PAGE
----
The reforms will also ensure that percentage-based fees (know as assets under management fees) can only be charged on ungeared products or investment amounts. This measure is targeted at conflicts of interest where an adviser is incentivised to recommend leverage to increase funds under management and hence fees.
- As the PJC Inquiry concluded when examining the Storm Financial collapse, "for at least a sub-set of Storm's investment clients - the advice to engage in aggressive leveraged investment strategy was clearly inappropriate."3
The ban applies to all financial products, including managed investment schemes, superannuation and margin loans, but does not initially apply to risk insurance. Insurance has different features from investment products, including the fact that there are no investment funds which might be used to pay for advice. Therefore, concerns about affordability and the potential for under-insurance need to be explored in this context. There will be further consultation about whether to extend the ban to risk insurance (including group insurance).
The ban does not initially apply to soft dollar benefits, due to the varied and complex nature of these payments. The newly established expert advisory panel, in relation to its review of ethical standards, will consider whether these payments are consistent with those standards. Treasury will advise Government to the best way of extending the ban on conflicted remuneration structures to material soft dollar payments.
Legislation will have the capacity to carve out specified payments if unintended payments are captured or unintended consequences occur, as well as covering future or equivalent payments to those ones described above.
Introduction of 'product neutral' adviser charging regime
The reforms will introduce an adviser charging regime where financial advice is provided to retail clients. Advisers will be required to agree their fees directly with clients and disclose the charging structure to clients in a clear manner, including as far as practicable, total adviser charges payable, expressed in dollar terms. The Government will consult with industry about the form of the annual renewal notice and the period after which the initial advice is given that it will first apply.
Advisers will only be able to charge ongoing advice fees if a payment plan has been agreed with the client, or if the charge relates to the provision of an ongoing service. If an adviser is to provide an ongoing service, the adviser must send an annual renewal notice to the client. If the client does not renew the services, the adviser cannot continue to charge the client.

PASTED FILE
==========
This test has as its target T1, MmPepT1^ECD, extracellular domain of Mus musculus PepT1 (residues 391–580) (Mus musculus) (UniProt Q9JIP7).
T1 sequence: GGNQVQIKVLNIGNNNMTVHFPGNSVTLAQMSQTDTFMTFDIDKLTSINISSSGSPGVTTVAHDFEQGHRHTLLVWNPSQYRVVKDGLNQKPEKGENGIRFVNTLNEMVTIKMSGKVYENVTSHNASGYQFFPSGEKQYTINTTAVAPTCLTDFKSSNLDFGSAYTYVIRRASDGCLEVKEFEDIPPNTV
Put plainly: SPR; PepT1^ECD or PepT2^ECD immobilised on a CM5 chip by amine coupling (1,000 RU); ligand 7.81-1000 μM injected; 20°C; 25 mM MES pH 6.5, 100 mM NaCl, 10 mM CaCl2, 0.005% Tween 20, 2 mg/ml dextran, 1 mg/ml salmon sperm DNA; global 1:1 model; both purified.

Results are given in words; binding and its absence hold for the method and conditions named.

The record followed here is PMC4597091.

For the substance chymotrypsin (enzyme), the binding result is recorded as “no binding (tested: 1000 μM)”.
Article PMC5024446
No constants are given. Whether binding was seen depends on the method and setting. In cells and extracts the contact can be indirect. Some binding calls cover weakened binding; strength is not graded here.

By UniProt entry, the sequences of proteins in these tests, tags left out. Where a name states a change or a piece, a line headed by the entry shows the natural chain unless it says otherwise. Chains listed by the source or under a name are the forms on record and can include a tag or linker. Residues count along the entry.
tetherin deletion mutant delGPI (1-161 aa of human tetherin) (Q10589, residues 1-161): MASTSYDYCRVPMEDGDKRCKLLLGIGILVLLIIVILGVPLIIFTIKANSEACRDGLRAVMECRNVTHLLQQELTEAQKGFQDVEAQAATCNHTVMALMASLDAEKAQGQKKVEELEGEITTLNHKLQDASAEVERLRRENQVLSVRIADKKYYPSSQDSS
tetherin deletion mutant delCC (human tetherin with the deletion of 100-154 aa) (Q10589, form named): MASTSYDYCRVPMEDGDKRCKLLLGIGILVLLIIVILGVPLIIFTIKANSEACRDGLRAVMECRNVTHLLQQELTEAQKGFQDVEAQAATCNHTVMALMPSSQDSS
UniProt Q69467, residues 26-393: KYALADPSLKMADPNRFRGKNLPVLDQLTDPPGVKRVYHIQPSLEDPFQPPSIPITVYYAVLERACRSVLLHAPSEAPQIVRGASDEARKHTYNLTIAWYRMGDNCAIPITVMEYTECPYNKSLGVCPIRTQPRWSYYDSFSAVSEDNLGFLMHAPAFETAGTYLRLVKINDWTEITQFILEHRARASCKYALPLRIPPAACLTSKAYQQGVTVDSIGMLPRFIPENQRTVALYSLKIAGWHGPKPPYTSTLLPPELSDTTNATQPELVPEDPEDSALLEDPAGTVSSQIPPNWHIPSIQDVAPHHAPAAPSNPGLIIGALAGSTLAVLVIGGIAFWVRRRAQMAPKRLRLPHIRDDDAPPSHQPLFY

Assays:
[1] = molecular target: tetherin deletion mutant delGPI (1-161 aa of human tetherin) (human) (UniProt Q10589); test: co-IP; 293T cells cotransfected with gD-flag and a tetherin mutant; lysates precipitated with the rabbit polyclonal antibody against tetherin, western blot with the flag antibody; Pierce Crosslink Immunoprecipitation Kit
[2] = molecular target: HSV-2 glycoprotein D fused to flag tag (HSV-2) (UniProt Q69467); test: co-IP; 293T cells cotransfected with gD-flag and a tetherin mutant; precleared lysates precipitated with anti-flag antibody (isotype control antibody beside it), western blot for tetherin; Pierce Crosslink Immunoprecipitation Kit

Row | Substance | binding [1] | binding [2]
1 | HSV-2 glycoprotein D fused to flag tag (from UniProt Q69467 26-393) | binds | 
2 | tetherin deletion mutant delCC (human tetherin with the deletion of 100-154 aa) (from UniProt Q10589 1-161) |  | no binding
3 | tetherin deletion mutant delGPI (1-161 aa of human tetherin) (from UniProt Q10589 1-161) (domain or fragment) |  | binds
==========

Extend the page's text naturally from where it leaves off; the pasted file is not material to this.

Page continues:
It is important to note that the adviser charging regime does not prevent client-agreed deductions being allowed from a client's investment to pay for financial advice or flexibility in payment options. The client does not have to pay the advice fee, or ongoing fees, up front, and in full. While these deductions from a client's investment would need to be facilitated by a product provider, this is not a commission, as the remuneration is not set by the product provider. Advisers cannot prefer product providers because this type of service is offered.
There will be consultation with stakeholders on the implementation of adviser charging.
Introduction of a statutory fiduciary duty for financial advisers
In order to ensure that consumers receive personal financial advice that is in their best interests, the reforms will introduce a statutory fiduciary duty on Australian Financial Services Licensees and their authorised representatives which will require them to act in the best interests of their clients. The duty will also clarify that in no circumstances is it permissible for advisers to place their own interests ahead of their clients' interests.
The duty will include a 'reasonable steps' qualification so that advisers and authorised representatives must take 'reasonable steps' to discharge the duty but are not expected to base their recommendations on an assessment of every single product available in the market, which would be impractical and costly. This will help to protect retail clients should further conflicts of interest arise.
If the adviser cannot recommend a product that is in the best interests of the client from their own 'approved product list' (a list of products that their licensee has authorised them to sell), then the fiduciary duty may require them to search beyond the 'approved product list' or recommend that the client should see another adviser.
The detail of the 'best interests' formulation, and in particular the 'reasonable steps' that must be undertaken will be developed in consultation with industry during implementation.
Accountants' licensing exemption
The exemption permitting accountants to provide advice on the establishment and closing of self-managed superannuation funds (SMSFs) without holding an Australian Financial Services Licence (AFSL) will be removed. The Government is concerned that the current exemption does not provide an appropriate framework for advice in relation to SMSFs and superannuation more generally. The Government will consult with industry on an appropriate alternative to the current exemption, including a potentially a streamlined licensing regime, and there will be an appropriate transitional period.